Hurwitz: It’s so funny – as I was learning about Judaism as an adult, it sounded so hard, right? Everything in Judaism is linked to everything else, and there’s just so much there: history, holidays, lifecycle rituals, language, theology, ethics. And the books available to me tended to be these intro, “nuts and bolts” books that were pretty basic or these super sophisticated esoteric books. I kept asking myself “why has no-one written the book that I need?” The book that covers the basics but unearths the deeper insights.
You know what’s funny? I was like “Oh god, I couldn’t write that. I’m not a rabbi. I’m not a scholar, or an expert, or an authority.” I just felt so unqualified to write this book.
But a friend of mine named Adam Grant, who is an author himself, spent an hour with me on the phone convincing me I could do it. And he said to me “Sarah, when you say I’m not qualified to do this, you’re basically saying that every journalist who becomes interested in a topic, learns about it deeply, and writes a best-selling book – you’re saying that they’re not legitimate.” And I tried to tell him that no, they are legitimate! And he pointed out that we’re not actually doing anything differently. That was the moment where I thought I could maybe do this.
BYT: Tell me a little bit more about the process. Obviously you dove pretty deeply into educating yourself, via the classroom, speaking to religious leaders, and reading. What did you find most useful in this learning process?
Hurwitz: I read thousands of pages of books – that was my primary source of research. What I think was most meaningful to me was hearing the voices of hundreds of Jews from every possible angle. And I mean it: secular-atheist Jews, ultra-orthodox Jews, queer Jews, feminist Jews, traditional Jews, radical Jews. My book quotes Jews of every background, and by the way, people who are not Jewish. I love Anne Lamott; she’s a great Christian writer, so I quote her. I think just learning from all these different people was super exciting, because even if we practice Judaism differently, they often had some piece of wisdom or some piece of advice that really moved me.
BYT: That breadth of perspectives and opinion really shines through and helps make it an accessible text. It’s funny to even use that language, because it’s like talking about the Torah.
Hurwitz: [Laughs] I know! I know. At the same time, being a speechwriter I think was one of my most helpful skills in writing this book. The job of a speechwriter is to translate material that is complicated, esoteric, controversial, and weave it into a powerful moving story. As a speechwriter, my writing is always very conversational because I always want people to feel like somebody’s talking to them, like a friend is talking to them, walking them through whatever the topic is. So, I don’t write in an academic style or a legal style; I really write like a speechwriter. A lot of my friends have said that the book feels like I’m talking to them – they say they can hear my voice in the book. [Laughs] That was deliberate.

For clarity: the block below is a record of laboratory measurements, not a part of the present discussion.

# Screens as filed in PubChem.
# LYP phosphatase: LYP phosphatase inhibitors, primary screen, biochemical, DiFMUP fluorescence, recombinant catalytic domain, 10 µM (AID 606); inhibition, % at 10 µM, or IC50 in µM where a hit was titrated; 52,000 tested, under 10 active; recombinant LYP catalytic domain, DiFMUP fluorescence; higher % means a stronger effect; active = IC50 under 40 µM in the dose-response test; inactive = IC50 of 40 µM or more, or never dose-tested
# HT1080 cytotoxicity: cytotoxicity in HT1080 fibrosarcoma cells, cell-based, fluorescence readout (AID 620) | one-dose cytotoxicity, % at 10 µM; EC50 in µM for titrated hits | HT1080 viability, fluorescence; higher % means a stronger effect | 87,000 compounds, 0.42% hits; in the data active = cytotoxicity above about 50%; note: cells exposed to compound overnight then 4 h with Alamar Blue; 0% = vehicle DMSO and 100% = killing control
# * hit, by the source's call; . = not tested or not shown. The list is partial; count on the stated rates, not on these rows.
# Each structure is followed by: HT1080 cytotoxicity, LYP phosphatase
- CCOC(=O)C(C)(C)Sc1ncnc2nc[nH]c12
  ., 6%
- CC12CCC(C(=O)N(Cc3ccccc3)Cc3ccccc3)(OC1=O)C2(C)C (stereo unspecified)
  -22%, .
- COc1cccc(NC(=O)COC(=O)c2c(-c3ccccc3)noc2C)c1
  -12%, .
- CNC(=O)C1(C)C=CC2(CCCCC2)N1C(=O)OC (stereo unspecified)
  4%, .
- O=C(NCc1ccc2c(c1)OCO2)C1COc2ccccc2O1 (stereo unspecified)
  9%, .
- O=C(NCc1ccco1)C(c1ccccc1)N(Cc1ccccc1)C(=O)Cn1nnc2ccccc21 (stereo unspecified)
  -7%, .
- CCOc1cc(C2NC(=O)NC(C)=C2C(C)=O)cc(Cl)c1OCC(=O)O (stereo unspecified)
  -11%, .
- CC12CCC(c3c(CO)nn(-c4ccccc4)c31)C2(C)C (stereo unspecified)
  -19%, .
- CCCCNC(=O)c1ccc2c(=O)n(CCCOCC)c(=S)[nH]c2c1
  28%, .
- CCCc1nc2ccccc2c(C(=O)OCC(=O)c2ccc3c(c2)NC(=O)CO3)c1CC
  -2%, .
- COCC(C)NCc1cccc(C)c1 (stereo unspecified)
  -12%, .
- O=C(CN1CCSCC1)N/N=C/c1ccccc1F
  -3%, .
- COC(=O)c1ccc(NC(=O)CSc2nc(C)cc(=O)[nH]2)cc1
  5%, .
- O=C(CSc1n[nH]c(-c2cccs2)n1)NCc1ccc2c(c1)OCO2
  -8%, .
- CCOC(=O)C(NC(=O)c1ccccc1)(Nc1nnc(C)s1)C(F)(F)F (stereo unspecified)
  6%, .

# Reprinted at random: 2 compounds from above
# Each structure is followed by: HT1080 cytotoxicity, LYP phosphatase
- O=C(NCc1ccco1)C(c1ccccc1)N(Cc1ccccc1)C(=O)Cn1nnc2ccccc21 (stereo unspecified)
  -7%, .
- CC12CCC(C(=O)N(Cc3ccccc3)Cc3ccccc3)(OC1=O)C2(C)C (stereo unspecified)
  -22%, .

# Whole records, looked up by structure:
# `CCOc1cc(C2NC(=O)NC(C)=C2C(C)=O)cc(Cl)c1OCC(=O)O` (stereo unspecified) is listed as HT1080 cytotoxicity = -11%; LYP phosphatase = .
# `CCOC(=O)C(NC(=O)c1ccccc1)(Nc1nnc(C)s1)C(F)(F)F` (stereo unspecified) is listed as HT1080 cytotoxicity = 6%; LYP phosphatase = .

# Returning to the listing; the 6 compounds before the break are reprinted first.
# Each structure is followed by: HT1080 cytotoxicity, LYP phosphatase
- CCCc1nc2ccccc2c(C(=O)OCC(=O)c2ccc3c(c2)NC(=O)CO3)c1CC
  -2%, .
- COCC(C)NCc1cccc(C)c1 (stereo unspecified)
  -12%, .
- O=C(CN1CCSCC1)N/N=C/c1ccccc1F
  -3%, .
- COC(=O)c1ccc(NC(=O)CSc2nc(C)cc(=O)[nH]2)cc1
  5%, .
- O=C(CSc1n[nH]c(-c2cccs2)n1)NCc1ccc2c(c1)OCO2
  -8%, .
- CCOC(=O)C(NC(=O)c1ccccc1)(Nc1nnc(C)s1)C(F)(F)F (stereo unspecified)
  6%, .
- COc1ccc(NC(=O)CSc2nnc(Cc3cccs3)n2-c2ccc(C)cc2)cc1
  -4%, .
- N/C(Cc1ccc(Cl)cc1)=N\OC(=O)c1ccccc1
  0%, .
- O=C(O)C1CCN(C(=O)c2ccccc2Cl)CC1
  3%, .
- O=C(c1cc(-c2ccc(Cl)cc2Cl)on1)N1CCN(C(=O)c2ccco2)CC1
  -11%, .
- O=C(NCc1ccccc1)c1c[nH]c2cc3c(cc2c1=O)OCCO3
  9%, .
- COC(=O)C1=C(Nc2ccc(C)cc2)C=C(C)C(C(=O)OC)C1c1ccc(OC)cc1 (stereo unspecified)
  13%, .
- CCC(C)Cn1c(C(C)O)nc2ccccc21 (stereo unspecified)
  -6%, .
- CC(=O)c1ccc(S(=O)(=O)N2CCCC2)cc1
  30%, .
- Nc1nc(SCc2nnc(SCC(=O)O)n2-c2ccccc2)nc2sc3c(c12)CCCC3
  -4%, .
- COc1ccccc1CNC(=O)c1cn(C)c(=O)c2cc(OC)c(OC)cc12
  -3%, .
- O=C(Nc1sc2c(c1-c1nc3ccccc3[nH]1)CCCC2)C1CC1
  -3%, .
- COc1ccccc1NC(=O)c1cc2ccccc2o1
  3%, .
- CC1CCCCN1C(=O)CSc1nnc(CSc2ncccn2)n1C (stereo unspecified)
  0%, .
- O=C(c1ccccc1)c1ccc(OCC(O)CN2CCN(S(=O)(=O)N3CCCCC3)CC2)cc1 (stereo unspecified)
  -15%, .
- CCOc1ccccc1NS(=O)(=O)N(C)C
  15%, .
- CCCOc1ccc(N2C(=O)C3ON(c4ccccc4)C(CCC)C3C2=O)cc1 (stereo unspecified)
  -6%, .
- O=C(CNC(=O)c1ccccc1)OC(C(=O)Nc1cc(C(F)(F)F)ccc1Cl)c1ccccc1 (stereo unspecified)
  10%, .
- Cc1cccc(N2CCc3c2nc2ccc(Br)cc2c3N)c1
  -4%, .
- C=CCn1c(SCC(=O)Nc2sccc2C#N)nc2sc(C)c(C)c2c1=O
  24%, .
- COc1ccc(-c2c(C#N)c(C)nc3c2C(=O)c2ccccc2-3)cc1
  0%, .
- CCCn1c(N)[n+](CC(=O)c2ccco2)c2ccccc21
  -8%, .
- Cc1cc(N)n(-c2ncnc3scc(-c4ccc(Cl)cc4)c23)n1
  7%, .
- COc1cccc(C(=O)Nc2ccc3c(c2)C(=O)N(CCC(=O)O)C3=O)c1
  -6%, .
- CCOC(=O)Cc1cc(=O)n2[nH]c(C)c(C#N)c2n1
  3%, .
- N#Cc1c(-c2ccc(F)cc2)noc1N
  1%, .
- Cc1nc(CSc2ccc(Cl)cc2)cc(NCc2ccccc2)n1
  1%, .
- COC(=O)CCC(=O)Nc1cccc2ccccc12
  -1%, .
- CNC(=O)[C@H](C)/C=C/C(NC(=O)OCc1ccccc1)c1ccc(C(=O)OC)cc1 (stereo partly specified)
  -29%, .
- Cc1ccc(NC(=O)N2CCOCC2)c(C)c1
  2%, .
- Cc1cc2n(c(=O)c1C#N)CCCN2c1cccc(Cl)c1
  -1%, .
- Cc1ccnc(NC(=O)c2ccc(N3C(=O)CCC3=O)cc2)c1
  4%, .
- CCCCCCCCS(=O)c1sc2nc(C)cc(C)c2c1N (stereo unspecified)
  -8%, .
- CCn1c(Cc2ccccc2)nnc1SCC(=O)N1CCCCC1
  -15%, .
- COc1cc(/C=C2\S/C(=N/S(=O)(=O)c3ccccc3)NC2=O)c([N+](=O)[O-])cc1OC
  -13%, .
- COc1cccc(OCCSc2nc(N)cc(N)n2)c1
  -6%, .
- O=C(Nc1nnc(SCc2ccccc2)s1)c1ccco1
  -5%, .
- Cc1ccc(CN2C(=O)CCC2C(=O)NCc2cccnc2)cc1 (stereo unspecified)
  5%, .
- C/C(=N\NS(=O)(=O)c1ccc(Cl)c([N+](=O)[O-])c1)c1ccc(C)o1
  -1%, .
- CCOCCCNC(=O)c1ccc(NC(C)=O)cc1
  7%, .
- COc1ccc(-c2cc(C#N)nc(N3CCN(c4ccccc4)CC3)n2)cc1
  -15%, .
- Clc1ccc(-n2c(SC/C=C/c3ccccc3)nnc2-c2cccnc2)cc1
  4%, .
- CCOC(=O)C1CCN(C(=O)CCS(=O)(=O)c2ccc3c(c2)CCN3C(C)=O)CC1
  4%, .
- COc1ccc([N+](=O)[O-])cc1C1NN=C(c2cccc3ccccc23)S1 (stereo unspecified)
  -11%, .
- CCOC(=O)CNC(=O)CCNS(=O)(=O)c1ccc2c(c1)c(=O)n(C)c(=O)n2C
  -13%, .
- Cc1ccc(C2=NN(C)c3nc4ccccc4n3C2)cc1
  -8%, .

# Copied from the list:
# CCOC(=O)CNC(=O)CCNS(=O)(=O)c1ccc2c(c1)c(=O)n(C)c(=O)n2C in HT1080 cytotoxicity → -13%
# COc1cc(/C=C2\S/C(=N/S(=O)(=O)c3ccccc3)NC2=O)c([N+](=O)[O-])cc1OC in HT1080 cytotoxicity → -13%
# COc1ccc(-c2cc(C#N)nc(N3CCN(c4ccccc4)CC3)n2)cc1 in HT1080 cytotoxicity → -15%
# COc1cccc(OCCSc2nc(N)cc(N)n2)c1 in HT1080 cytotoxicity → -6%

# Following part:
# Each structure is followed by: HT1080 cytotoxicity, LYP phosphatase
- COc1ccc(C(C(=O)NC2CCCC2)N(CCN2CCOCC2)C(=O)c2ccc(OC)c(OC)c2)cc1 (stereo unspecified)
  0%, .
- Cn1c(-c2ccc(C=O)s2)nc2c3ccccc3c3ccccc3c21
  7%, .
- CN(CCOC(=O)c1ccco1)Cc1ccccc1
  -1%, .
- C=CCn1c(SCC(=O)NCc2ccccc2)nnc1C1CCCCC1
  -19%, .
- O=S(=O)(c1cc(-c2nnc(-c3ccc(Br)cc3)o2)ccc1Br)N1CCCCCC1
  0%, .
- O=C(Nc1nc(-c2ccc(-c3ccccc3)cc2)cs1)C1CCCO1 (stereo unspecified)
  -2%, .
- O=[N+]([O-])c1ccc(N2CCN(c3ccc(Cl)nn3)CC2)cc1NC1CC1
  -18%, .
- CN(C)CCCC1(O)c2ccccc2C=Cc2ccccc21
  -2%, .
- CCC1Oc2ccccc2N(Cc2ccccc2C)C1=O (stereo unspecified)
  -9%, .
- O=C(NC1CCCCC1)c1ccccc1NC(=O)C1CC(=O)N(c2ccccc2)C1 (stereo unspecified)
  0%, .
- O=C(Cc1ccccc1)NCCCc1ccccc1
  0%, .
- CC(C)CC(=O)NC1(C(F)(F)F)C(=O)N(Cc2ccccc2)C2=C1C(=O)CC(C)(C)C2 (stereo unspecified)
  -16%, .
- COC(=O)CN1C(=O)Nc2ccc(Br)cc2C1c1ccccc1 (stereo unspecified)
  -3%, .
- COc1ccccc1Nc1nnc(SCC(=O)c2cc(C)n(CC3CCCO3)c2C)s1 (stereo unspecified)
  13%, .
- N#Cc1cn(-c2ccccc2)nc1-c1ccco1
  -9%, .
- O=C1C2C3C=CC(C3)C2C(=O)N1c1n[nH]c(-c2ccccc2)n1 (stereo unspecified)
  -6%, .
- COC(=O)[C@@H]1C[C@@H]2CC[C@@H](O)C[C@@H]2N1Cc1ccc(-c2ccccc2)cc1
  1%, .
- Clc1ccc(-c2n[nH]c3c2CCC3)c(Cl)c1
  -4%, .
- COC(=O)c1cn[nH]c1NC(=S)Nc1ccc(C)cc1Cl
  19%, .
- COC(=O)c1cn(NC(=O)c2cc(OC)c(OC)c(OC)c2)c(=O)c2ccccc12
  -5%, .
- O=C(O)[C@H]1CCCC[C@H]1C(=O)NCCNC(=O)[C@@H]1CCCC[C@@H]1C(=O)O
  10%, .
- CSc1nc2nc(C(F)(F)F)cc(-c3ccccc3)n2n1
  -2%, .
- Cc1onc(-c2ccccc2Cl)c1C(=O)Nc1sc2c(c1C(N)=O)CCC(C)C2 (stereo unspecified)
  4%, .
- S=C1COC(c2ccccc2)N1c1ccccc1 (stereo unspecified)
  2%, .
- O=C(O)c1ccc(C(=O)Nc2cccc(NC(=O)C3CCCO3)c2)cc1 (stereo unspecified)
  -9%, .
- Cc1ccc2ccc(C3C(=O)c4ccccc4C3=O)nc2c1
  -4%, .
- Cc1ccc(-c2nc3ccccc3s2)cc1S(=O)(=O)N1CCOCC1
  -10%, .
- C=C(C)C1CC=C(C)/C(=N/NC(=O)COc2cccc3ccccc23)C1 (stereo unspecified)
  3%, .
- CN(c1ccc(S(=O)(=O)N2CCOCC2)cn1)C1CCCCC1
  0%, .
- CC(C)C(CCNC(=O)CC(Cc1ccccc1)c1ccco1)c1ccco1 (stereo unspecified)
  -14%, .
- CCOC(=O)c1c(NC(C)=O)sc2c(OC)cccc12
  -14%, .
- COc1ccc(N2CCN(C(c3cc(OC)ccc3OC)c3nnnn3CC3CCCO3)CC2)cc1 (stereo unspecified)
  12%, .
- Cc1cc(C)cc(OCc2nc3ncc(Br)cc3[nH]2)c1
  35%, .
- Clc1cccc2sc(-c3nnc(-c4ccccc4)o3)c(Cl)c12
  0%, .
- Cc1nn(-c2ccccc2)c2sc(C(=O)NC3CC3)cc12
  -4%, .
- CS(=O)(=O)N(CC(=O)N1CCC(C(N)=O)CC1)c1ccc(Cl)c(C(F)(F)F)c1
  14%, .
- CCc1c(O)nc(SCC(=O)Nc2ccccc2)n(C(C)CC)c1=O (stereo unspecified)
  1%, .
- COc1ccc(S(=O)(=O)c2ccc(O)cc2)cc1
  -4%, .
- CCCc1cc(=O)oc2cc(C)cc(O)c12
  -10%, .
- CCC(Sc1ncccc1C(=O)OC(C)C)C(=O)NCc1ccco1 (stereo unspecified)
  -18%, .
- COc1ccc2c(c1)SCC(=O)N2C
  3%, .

BYT: That through line really comes across, no matter the complexity or the breadth of the subject matter. I particularly enjoyed your breakdown of the Torah’s “plot.” That was a solid four-thousand years of history summed up in four pages.
Hurwitz: Right? I know – It was so crazy. But it was hard! So hard. Boil down the entire Torah into this summary. But many readers won’t be familiar with the plot of the Torah, and I needed them to be for the rest of the book so I could refer back to Moses or Abraham and they would know who I’m talking about.
BYT: I remember reading the Old Testament and the New Testament as a child and really not getting it. Why was god angry all the time? And then, why is he so chill afterwards? That couldn’t be the same guy; that made no sense.
Hurwitz: Well, it’s so funny because many, many Jews who aren’t familiar with Judaism say “I find the Torah really problematic. I find it a troubling document. How can I be Jewish?” Guys – it’s twenty-five hundred years old. We’ve spent that entire time re-imagining it.
Two thousand years ago rabbis looked at the phrase “an eye for an eye” and they said “No, no, no, no. What that means is that if you take someone’s eye out, you have to compensate them with money.” They re-interpreted it. It’s like – we don’t live by an original draft of the Constitution, thank god! We’ve been re-interpreting it for two hundred and fifty years, almost.
BYT: Someone tell that to the Federalist Society, but sure.
Hurwitz: [Laughs] Exactly. I mean – most of us don’t. But these are old documents and we continue to re-interpret them to bring them into line with our moral sensibility because our moral sensibility evolves. We become more inclusive. We have science that forms our understanding of the world around us. Of course we have to re-imagine these documents; of course we don’t live by some surface reading of them from hundreds of years ago.